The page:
Communication

Why your communication system needs an upgrade

Despite the digitisation of care, most providers have yet to adopt communication strategies that correspond to modern expectations.


Streamlining communication and coordination was recently nominated as one of the top three trends in healthcare that will continue to influence investments and decision-making in 2022.

Healthcare is an interdisciplinary field with many stakeholders. The coordination of care around a client is a complex task that requires not only hands-on-management, but in particular seamless and effective communication with employees and colleagues across organisations, clients and their families. Especially in home care, there is a constant need to communicate around clients and admin. Information may not always be as urgent compared to clinical settings, but it is equally important due to the high frequency of repetitive tasks and the relentless need to coordinate across time and space.

Poor communication costs a lot of time and money. Even worse, it leaves staff strained and unhappy, increasing turnover, and clients unsatisfied with the service they receive. In summary, efficient communication is critical for the success of every home care provider.

This article shows you the problem and offers the solution.

How home care providers usually share information

Phone and email - limited, outdated and effective only in niche situations

Most providers still depend on phone calls, emails and paper. However, we are beginning to understand that these one-way means of communication are ineffective and inefficient, resulting in errors, frustration, delays and bottlenecks.

Due to the large coverage areas of providers and the dynamic nature of home care, it is a big challenge to keep all staff informed. This includes communication between the office and the field as well as in the field between home care staff. In addition, the same information often has to be shared with different people, with emails, team meetings and paper being put to use haphazardly.

The phone is very popular - a leader in “synchronous communication” tools. This real-time exchange of information can be very time-consuming and stressful, especially for mobile workforces. When out and about, availability can be bad and numerous attempts have to be made to reach someone. The caller may have to leave voicemails without knowing if the message will reach the person on time. In addition, information cannot be traced backed or looked up at a later point in time, increasing errors and stress amongst staff. Calling is justified in some cases, during emergencies or to share urgent information quickly, but the cost for communicating non-urgent information on a daily basis is simply too high.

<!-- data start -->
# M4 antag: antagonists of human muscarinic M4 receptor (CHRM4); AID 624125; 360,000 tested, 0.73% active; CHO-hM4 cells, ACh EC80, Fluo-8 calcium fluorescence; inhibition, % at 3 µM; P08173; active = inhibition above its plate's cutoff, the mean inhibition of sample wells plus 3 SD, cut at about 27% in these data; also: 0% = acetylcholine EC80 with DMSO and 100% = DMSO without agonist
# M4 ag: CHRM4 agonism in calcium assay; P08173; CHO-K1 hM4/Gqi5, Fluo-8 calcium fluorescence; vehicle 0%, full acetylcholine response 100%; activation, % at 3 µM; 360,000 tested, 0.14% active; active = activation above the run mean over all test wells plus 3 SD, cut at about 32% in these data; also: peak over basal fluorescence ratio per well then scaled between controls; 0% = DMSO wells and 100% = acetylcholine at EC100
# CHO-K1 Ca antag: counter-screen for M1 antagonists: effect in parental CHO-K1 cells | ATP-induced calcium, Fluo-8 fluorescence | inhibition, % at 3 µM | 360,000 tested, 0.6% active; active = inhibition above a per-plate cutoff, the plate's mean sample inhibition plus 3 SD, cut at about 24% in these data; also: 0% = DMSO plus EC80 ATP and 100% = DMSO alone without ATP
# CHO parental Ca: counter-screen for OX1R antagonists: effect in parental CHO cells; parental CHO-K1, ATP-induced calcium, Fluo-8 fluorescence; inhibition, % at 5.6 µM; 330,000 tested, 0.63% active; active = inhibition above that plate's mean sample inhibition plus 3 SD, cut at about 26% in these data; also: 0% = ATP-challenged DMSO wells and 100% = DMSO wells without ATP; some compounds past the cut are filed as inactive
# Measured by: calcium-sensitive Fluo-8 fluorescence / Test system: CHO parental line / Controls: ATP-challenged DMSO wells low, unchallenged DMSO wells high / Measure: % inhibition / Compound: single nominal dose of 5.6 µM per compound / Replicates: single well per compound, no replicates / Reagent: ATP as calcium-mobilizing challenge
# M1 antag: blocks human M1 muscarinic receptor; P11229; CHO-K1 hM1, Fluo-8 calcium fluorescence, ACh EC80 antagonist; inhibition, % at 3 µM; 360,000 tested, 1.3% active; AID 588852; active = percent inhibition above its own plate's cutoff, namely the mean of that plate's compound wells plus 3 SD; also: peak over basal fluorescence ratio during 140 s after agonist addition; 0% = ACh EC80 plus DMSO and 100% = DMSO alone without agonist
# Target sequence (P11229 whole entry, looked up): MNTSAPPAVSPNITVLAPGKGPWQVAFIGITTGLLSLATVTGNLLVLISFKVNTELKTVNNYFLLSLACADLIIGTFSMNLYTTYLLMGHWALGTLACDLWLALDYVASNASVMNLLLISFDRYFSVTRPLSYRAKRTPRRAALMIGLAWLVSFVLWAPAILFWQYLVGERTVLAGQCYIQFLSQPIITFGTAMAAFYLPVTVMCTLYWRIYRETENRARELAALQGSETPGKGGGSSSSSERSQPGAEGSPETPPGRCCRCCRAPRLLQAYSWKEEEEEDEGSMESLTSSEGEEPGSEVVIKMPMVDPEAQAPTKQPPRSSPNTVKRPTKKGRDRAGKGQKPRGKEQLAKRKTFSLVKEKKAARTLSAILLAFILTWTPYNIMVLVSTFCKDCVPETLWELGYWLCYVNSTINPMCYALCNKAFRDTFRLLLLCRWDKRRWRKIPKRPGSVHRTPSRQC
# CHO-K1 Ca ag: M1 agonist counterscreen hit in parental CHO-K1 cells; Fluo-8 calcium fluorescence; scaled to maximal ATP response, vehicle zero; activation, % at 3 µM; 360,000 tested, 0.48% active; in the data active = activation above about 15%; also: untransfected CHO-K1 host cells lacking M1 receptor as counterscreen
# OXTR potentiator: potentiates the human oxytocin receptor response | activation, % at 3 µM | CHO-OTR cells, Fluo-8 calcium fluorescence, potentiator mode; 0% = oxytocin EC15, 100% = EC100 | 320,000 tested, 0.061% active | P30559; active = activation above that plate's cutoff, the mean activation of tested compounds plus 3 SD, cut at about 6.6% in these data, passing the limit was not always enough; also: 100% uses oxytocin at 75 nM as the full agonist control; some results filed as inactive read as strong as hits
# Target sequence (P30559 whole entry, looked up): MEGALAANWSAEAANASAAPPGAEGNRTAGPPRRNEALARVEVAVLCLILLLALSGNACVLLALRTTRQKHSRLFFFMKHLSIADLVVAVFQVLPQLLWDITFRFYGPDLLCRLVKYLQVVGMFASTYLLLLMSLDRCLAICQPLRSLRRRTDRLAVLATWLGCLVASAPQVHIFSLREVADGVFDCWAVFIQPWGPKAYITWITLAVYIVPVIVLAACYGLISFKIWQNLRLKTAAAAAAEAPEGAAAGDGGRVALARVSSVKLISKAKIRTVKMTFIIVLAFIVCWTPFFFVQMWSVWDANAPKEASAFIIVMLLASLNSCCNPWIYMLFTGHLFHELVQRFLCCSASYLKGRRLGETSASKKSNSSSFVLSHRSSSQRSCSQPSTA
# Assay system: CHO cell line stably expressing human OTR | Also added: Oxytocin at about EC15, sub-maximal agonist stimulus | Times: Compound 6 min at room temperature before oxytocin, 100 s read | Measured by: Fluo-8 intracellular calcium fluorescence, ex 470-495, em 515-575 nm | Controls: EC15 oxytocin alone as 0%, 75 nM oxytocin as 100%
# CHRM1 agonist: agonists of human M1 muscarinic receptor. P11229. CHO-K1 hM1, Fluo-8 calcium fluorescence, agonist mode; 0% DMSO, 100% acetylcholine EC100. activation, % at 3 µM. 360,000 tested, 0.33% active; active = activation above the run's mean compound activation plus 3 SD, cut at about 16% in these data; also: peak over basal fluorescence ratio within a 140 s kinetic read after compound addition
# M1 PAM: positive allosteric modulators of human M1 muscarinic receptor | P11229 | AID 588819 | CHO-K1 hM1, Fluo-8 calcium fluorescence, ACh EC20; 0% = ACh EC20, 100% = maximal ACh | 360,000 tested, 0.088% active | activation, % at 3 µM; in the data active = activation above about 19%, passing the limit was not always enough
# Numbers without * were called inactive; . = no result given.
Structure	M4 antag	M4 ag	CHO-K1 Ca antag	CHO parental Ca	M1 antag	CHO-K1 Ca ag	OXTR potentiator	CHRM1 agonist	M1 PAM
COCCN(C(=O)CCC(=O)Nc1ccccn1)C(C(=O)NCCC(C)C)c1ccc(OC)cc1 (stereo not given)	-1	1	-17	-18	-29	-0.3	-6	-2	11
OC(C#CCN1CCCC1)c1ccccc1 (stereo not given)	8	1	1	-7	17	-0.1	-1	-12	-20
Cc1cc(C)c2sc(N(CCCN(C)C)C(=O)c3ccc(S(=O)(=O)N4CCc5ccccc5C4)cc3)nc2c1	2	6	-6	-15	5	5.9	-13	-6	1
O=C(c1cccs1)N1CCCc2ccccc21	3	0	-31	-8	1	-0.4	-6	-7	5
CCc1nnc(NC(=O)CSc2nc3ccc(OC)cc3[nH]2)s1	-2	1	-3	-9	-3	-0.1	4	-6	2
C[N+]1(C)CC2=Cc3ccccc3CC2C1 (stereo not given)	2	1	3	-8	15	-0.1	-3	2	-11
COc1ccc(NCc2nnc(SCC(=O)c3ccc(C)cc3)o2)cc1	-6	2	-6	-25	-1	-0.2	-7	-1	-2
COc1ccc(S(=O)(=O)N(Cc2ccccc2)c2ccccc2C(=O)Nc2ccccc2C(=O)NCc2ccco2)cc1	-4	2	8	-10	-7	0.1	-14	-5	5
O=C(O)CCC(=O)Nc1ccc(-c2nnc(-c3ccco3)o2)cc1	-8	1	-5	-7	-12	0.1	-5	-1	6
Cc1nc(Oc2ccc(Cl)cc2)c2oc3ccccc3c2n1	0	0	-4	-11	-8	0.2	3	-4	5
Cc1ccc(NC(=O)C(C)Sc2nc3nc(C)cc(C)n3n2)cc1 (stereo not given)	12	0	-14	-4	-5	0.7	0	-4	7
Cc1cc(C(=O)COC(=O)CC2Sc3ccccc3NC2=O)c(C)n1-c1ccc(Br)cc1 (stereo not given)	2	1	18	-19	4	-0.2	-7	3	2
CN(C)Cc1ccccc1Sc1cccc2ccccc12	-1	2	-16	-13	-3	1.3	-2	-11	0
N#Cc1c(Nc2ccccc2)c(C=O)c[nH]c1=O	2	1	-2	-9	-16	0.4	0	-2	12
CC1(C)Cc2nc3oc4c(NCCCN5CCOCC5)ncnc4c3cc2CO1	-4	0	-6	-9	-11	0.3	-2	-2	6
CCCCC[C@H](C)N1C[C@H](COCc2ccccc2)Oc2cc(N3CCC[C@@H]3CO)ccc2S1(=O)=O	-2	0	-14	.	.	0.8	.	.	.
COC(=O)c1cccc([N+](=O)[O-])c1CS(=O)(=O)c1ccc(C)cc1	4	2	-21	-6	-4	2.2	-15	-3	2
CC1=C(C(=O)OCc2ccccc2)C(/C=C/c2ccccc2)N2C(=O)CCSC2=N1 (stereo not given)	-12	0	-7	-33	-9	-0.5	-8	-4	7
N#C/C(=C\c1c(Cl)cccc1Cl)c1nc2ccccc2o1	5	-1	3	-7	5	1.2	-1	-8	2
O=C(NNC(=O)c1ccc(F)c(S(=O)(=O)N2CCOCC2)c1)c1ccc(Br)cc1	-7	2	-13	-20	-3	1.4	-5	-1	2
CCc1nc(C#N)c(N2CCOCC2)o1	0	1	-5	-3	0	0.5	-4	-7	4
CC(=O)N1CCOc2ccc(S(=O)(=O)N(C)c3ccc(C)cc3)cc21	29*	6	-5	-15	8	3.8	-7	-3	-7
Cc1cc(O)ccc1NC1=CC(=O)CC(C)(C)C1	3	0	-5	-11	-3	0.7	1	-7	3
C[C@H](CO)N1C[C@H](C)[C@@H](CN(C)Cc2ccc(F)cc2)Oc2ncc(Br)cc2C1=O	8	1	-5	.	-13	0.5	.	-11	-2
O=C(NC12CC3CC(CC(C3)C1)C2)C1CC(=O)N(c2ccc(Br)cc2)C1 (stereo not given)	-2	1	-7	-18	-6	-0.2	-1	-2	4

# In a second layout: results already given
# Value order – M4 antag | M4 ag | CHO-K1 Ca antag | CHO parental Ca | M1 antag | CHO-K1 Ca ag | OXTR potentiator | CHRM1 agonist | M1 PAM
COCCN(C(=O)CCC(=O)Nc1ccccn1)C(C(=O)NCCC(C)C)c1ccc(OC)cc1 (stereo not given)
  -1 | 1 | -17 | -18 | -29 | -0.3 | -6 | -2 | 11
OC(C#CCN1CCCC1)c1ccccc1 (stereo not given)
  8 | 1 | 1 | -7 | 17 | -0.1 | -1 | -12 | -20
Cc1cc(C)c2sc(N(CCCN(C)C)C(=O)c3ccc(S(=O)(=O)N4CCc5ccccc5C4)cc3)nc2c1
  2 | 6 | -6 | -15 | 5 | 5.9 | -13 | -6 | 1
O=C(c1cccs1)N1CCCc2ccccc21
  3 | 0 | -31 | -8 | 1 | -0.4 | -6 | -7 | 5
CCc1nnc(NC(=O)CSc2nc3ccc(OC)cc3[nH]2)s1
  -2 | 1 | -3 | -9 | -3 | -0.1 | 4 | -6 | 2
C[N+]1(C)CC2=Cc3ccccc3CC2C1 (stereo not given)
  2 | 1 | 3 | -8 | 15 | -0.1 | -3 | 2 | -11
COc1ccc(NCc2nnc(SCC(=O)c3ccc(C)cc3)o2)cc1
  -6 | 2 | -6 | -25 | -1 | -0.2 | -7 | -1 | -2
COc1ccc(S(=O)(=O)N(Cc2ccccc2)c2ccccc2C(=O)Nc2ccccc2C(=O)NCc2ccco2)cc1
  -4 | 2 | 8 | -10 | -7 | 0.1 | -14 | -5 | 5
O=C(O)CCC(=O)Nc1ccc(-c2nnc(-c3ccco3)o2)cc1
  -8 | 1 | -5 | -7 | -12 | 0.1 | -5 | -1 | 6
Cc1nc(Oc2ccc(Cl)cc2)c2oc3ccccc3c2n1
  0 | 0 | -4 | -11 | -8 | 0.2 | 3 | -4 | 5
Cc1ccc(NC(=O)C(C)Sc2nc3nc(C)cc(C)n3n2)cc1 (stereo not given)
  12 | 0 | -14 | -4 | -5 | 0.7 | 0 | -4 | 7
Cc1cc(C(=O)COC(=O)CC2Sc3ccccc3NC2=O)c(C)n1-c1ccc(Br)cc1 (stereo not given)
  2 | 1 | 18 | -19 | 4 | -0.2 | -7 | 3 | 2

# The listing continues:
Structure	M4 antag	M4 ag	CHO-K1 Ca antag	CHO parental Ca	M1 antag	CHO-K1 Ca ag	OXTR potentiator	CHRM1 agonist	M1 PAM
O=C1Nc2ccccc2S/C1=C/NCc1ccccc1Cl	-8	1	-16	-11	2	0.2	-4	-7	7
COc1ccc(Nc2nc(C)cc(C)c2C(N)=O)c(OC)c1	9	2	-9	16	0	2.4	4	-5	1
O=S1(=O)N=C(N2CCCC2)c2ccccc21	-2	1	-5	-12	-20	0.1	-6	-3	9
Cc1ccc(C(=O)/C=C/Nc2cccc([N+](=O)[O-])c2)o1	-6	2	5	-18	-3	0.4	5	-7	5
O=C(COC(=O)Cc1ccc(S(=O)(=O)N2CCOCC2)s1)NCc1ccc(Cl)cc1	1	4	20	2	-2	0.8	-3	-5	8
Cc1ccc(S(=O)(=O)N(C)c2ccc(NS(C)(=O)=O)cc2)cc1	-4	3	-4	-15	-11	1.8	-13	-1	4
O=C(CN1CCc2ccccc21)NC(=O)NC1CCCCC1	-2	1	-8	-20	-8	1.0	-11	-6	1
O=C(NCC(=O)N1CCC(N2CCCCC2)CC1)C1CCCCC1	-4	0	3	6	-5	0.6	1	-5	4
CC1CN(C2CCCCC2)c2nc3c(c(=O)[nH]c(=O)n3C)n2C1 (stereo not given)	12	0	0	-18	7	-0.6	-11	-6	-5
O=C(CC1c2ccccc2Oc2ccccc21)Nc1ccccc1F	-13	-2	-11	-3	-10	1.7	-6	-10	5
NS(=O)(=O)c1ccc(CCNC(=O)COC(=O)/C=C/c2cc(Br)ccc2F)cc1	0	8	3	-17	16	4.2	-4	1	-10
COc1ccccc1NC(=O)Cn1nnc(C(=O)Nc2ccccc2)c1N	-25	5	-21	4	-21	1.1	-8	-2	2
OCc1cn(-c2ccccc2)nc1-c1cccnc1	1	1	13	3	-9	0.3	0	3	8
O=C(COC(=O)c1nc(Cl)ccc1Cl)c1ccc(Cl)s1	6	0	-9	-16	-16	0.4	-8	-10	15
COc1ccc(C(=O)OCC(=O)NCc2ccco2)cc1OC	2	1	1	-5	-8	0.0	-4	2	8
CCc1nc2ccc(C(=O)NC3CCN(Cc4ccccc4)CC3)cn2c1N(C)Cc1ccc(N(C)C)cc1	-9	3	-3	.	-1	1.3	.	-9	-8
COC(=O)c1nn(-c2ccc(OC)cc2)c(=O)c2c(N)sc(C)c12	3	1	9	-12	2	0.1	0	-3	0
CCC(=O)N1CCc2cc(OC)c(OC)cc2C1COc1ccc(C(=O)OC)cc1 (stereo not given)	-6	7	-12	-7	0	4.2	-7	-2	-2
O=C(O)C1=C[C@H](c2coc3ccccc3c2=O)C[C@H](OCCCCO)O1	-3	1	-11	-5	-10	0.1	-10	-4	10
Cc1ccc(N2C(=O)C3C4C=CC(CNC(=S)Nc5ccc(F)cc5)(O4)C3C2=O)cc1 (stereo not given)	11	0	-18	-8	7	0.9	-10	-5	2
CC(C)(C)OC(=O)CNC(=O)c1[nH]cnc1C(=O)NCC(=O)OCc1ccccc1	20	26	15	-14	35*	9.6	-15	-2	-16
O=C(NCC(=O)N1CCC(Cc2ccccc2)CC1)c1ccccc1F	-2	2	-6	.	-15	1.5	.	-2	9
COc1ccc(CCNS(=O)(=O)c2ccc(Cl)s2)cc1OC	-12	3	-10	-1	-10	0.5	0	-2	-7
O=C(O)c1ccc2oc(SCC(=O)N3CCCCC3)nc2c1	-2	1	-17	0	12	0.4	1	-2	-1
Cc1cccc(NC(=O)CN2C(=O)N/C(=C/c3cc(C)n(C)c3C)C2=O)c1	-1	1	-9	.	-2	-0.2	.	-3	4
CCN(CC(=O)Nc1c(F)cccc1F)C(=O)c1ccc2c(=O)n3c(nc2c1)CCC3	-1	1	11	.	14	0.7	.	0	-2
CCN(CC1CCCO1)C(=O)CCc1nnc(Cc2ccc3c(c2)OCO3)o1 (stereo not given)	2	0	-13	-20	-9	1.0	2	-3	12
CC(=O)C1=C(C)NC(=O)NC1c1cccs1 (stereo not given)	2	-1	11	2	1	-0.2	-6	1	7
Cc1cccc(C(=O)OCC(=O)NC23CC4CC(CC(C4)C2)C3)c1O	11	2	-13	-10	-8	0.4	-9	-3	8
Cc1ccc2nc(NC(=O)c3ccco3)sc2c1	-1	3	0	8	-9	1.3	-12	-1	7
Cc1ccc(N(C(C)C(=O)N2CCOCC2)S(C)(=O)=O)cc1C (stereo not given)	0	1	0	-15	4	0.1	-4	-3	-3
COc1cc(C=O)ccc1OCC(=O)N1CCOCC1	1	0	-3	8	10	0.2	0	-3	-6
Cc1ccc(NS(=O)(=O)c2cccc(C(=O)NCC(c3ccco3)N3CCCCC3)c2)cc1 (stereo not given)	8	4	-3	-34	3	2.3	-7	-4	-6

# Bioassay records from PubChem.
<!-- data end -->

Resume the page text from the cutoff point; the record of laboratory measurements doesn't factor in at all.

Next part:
Emails, in contrast, rank high when it comes to “asynchronous communication” tools. Using emails confronts users with a different set of problems: information is isolated, group communication is chaotic and specific information can be very hard to find. People have to go through long email chains to gather relevant information. When someone replies to an email chain, all recipients are addressed, even if it is not relevant for them, or worse, relevant addressees are left out. Moreover, urgent information often arrives too late via email, or is drowned out by the noise of a full inbox.

We recently conducted a survey with a large number of social care providers. Every respondent confirmed the use of both phone and email to communicate internally, especially to share information around admin.

en-gb_ email and phone

To summarise: neither phone nor emails are suited to help home care providers share information in a way which helps them do their job efficiently. The aforementioned tools serve a specific purpose and are only effective in niche situations - however, unable to share information quickly and reliably with staff and clients, they are limited, outdated and not flexible enough to fit the needs of home care.

Messengers - compliance nightmare that misses care requirements

In order to overcome the limitations of phone and email, organisations often introduce a messenger.

As of October 2021, two billion users were accessing WhatsApp on a monthly basis, making it by far the most popular mobile messenger application. Although an asynchronous tool like email and fax, most users perceive and use WhatsApp as a synchronous communication tool. In care, many companies frequently use WhatsApp to communicate with peers. However, with WhatsApp, healthcare workers face two major problems.

The first problem is that WhatsApp does not comply with GDPR regulations. Given the non-compliance with GDPR, using it puts healthcare workers at risk to make errors when managing client data. The safety of sensitive data cannot be guaranteed since it is stored locally on the device where it is used and there is no central access control and management. This makes it impossible to centrally recover and delete data.